GOVERNMENT ISSUES GUIDANCE ON IMPLEMENTATION OF EXTENSION TO MANDATORY HMO LICENSING
 

After consultations in 2015 and 2016 on extensions to Mandatory Licensing, Government laid the necessary secondary legislation before Parliament on 23 February 2018, and the measures will come into force on 1 October 2018. It has now (June 2018) issued guidance to local authorities on the implementation of the extensions. The guidance can be found at:

https://www.gov.uk/government/publications/houses-in-multiple-occupation-and-residential-property-licensing-reform-guidance-for-local-housing-authorities

From 1 October 2018, the scope of mandatory licensing of HMOs will be extended to all HMOs with five or more occupants who are living in two or more separate households regardless of the number of storeys in the property. Hitherto, mandatory licensing under the terms of the Housing Act 2004 had been restricted to properties with three or more storeys. Government estimates that there are about 500,000 HMOs in England, and the extension should cover nearly half of these.

In addition, mandatory licensing will also 'prescribe the minimum sizes of rooms that may be used for sleeping' and it will 'introduce a mandatory condition in HMO licences requiring the licence holder to comply with their local authority scheme (if any) for the provision of facilities for the proper disposal and storage of domestic refuse.'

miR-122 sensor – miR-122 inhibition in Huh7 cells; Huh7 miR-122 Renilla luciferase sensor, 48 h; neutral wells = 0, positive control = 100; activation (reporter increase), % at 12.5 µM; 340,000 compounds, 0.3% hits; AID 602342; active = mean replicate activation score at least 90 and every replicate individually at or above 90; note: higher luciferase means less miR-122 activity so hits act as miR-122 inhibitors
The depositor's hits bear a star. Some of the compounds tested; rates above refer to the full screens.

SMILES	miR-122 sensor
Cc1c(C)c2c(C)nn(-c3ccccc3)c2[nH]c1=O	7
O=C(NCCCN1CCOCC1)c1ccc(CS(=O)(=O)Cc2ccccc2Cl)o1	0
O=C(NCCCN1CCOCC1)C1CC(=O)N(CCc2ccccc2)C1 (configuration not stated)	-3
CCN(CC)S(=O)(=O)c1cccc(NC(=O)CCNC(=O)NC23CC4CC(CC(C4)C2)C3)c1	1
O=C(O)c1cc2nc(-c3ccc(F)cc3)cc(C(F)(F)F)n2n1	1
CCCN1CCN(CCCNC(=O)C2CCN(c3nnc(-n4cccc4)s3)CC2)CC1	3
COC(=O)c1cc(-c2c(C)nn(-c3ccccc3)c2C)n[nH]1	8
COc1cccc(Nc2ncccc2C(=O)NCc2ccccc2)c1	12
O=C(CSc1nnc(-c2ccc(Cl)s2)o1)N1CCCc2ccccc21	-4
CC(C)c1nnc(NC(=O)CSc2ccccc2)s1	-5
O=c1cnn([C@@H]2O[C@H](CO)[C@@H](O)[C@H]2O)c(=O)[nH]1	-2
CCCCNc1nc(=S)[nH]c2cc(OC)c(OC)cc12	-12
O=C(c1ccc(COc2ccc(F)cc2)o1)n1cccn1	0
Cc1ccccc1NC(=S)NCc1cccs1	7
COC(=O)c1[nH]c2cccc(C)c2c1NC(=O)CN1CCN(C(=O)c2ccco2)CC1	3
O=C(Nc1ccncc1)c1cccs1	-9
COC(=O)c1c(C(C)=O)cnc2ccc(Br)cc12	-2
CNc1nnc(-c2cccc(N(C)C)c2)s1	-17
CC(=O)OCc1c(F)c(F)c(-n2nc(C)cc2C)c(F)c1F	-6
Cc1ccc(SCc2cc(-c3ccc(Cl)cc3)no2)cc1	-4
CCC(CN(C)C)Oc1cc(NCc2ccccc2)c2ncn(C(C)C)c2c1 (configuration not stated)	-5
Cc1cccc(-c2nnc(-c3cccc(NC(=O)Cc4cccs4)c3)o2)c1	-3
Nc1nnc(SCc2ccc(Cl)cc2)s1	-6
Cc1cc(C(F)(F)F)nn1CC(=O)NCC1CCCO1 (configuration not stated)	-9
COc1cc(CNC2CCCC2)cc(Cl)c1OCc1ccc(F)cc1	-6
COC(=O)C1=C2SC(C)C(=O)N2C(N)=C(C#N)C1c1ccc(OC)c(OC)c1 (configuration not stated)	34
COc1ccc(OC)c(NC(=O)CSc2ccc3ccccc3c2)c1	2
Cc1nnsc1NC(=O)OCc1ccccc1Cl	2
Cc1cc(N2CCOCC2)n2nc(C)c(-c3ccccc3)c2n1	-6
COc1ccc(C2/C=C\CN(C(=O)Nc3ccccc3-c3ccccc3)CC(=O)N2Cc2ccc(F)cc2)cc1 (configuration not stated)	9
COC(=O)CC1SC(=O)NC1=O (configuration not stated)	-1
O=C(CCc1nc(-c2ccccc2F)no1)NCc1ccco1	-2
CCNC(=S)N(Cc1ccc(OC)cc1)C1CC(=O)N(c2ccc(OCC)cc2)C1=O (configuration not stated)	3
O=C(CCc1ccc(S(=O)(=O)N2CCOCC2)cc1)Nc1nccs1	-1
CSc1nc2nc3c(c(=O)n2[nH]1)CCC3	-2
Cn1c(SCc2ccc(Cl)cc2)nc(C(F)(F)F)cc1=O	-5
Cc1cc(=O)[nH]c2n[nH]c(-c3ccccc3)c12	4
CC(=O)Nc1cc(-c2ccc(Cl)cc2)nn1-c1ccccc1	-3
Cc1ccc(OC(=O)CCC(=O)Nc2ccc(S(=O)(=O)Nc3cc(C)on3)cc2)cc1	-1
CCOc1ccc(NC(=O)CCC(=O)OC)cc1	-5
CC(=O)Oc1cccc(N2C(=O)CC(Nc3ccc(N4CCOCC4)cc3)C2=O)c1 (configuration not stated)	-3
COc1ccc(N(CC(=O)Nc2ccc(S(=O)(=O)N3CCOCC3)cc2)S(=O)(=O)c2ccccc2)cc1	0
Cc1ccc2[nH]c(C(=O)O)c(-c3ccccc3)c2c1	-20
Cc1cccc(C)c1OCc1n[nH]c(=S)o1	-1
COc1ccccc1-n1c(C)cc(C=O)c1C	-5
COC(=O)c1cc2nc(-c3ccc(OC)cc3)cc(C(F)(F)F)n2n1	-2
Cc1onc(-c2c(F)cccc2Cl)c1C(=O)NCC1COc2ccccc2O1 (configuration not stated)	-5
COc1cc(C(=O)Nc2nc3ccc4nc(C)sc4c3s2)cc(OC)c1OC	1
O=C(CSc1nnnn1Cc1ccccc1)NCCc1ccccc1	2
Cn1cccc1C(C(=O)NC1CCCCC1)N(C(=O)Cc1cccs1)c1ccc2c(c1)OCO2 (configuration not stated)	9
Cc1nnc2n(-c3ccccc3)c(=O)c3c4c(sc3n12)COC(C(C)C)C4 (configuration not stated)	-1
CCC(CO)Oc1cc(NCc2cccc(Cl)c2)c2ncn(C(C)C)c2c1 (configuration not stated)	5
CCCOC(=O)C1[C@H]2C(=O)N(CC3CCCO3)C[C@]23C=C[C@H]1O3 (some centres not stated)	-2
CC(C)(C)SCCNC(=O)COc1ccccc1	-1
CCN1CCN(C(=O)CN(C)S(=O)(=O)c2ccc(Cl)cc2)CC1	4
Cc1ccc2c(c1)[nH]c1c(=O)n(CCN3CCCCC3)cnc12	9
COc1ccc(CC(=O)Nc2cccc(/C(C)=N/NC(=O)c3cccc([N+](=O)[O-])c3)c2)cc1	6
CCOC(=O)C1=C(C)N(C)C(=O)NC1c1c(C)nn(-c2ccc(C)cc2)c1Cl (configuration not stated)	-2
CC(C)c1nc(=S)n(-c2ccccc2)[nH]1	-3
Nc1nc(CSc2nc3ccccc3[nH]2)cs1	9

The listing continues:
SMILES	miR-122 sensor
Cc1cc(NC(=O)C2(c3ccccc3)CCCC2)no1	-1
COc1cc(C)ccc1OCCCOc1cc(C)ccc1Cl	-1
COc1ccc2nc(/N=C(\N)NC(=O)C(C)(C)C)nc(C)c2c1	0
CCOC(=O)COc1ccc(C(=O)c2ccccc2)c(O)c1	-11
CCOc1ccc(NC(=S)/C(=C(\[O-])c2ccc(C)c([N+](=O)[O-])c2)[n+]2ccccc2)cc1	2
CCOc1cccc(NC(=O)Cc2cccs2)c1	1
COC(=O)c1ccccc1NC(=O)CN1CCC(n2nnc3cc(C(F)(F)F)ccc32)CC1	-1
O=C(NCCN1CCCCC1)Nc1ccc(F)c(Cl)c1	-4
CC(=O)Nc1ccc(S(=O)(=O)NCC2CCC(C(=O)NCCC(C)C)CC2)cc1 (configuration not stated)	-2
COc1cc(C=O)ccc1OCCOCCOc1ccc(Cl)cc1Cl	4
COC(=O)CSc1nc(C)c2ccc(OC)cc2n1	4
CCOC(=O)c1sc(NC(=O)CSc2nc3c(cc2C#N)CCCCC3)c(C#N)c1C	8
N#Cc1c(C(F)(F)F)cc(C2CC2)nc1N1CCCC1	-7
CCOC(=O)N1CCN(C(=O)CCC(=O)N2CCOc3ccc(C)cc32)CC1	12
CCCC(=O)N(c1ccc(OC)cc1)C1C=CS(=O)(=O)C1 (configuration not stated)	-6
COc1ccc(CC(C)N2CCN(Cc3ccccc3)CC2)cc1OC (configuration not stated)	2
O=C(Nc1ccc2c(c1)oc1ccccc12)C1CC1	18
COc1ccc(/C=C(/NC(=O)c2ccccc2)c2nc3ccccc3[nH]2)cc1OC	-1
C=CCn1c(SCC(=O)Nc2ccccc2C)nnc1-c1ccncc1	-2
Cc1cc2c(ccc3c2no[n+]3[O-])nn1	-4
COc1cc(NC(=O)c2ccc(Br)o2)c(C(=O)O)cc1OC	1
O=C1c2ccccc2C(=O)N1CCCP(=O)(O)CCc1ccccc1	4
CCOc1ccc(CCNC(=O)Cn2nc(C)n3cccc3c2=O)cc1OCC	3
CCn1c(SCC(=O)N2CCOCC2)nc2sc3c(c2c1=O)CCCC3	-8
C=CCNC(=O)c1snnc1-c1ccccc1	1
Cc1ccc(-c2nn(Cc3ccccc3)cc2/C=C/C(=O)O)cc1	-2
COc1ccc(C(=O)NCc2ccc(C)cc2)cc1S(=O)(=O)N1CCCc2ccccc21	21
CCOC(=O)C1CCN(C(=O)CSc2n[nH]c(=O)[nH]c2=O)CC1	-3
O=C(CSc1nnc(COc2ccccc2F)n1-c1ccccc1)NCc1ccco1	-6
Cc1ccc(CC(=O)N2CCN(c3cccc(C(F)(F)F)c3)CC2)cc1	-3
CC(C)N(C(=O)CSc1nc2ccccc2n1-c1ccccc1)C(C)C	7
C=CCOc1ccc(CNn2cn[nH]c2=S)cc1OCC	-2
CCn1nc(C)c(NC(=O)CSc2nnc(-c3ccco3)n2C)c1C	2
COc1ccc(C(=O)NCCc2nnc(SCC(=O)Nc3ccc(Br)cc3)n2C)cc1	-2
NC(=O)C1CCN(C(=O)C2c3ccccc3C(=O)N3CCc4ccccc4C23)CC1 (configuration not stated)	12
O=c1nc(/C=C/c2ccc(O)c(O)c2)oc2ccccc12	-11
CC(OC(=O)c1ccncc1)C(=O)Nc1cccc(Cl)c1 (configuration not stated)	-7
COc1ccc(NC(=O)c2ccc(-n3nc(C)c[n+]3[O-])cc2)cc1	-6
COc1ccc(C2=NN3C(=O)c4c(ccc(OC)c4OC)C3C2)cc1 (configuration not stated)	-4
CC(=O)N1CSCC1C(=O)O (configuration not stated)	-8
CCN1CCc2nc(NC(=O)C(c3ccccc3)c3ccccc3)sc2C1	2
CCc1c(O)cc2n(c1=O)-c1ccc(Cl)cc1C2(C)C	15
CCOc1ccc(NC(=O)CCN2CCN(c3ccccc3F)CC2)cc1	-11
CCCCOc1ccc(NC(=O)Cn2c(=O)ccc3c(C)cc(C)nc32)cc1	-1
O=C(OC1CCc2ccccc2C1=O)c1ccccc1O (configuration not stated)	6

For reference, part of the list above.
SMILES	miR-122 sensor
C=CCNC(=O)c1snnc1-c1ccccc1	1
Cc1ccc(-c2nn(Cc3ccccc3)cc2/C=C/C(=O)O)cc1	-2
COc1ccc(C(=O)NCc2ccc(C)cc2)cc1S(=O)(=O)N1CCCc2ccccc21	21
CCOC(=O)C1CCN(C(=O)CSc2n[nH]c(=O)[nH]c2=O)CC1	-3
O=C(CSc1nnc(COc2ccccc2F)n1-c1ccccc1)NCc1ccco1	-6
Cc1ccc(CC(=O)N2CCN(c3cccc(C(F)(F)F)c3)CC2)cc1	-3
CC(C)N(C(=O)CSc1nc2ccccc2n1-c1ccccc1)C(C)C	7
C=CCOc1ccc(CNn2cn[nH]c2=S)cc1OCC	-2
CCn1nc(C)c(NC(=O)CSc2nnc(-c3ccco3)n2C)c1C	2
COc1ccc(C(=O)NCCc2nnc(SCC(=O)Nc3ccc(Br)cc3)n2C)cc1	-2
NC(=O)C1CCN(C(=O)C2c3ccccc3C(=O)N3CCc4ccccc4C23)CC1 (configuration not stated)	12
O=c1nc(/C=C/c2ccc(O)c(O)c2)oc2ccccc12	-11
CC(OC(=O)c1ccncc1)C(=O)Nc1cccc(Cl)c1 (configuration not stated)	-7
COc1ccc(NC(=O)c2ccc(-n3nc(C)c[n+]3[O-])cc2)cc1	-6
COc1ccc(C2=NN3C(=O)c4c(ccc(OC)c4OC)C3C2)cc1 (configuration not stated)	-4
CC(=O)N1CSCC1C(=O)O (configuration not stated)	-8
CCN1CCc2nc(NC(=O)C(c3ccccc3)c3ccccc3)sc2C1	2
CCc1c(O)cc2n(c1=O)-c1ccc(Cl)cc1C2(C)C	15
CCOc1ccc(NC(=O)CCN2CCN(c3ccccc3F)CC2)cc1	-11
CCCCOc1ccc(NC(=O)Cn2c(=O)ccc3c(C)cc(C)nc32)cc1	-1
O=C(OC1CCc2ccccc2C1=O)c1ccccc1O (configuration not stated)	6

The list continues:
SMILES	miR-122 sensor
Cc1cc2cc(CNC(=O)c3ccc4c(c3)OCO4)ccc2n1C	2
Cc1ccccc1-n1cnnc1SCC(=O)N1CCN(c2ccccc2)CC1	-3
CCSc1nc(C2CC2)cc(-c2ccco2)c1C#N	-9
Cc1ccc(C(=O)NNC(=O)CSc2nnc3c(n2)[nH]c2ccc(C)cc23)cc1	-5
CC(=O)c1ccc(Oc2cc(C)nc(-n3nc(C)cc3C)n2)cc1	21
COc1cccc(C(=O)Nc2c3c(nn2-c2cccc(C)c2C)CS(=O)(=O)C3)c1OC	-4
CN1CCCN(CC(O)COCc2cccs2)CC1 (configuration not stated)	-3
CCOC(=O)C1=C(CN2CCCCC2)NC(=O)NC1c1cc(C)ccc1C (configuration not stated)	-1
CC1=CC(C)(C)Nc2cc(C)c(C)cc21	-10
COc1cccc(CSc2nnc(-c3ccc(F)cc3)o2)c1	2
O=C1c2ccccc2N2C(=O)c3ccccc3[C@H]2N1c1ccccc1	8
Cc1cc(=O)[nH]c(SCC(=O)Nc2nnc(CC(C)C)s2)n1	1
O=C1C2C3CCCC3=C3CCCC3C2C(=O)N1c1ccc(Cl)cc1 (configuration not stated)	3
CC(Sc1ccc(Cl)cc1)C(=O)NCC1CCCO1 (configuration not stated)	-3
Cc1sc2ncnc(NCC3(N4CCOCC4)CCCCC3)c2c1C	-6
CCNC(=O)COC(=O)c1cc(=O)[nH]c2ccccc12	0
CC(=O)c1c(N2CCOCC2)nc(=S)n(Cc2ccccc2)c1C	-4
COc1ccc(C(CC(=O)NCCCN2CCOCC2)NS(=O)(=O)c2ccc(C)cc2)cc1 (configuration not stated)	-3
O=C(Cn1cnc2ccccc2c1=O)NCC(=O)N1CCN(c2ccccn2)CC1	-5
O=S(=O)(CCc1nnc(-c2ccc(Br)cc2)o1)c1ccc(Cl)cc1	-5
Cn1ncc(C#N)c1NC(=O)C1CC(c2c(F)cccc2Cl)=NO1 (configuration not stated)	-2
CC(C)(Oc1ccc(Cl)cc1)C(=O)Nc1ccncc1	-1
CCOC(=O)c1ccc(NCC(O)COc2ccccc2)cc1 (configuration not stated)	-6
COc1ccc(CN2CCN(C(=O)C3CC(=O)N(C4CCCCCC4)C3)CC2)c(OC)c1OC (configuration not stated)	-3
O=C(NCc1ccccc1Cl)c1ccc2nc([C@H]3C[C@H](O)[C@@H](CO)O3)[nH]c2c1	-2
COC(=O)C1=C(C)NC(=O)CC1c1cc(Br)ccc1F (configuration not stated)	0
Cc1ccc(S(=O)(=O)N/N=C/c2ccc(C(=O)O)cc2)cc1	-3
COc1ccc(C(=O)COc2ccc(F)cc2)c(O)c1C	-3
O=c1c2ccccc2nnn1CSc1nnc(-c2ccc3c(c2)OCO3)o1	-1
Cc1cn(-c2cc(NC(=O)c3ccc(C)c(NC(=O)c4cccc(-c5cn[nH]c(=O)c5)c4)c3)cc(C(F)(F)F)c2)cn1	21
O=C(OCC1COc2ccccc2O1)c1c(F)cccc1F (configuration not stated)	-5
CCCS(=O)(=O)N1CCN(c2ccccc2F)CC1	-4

In its response to the consultations (28 December 2018), Government noted that 'Tenants are sometimes exploited and local communities blighted through, for example, rubbish not being properly stored, excessive noise or anti-social behaviour.'

It is important to note that, as is the case with the original HMO licensing provisions in the Housing Act 2004, this extension of mandatory licensing will not prevent development of new HMOs. However, it will increase the means of identifying numbers of HMOs, potentially discourage existing landlords as well as discouraging prospective ones, and will aid local authorities, like Nottingham City Council, in their attempts to crack down on many poor/so-called rogue landlords. In doing this, it will benefit tenants and other residents alike.

It is also important to note that renewal of Nottingham's Additional Licensing scheme, is being consulted on at the moment (see Consultation on Proposals for Additional Licensing for Houses in Multiple Occupation (HMOs) 2018 and the links therein). This extends the scope of licensing even further.

Finally, it is doubly important to remember that HMO licensing will not provide the necessary tools for local authorities to control the formation of new HMOs. As things stand at the moment, that can only be achieved through the use of an Article 4 Direction which, supported by appropriate measures in local plans, by removing permitted development rights on a site, requires planning permission to be sought for a new HMO.

In Nottingham, a city-wide Article 4 Direction has been in place since March 2012, and all proposals for the development of new HMOs (including conversion from C3 'family home' to C4 'small HMO') since then have required planning permission to be sought.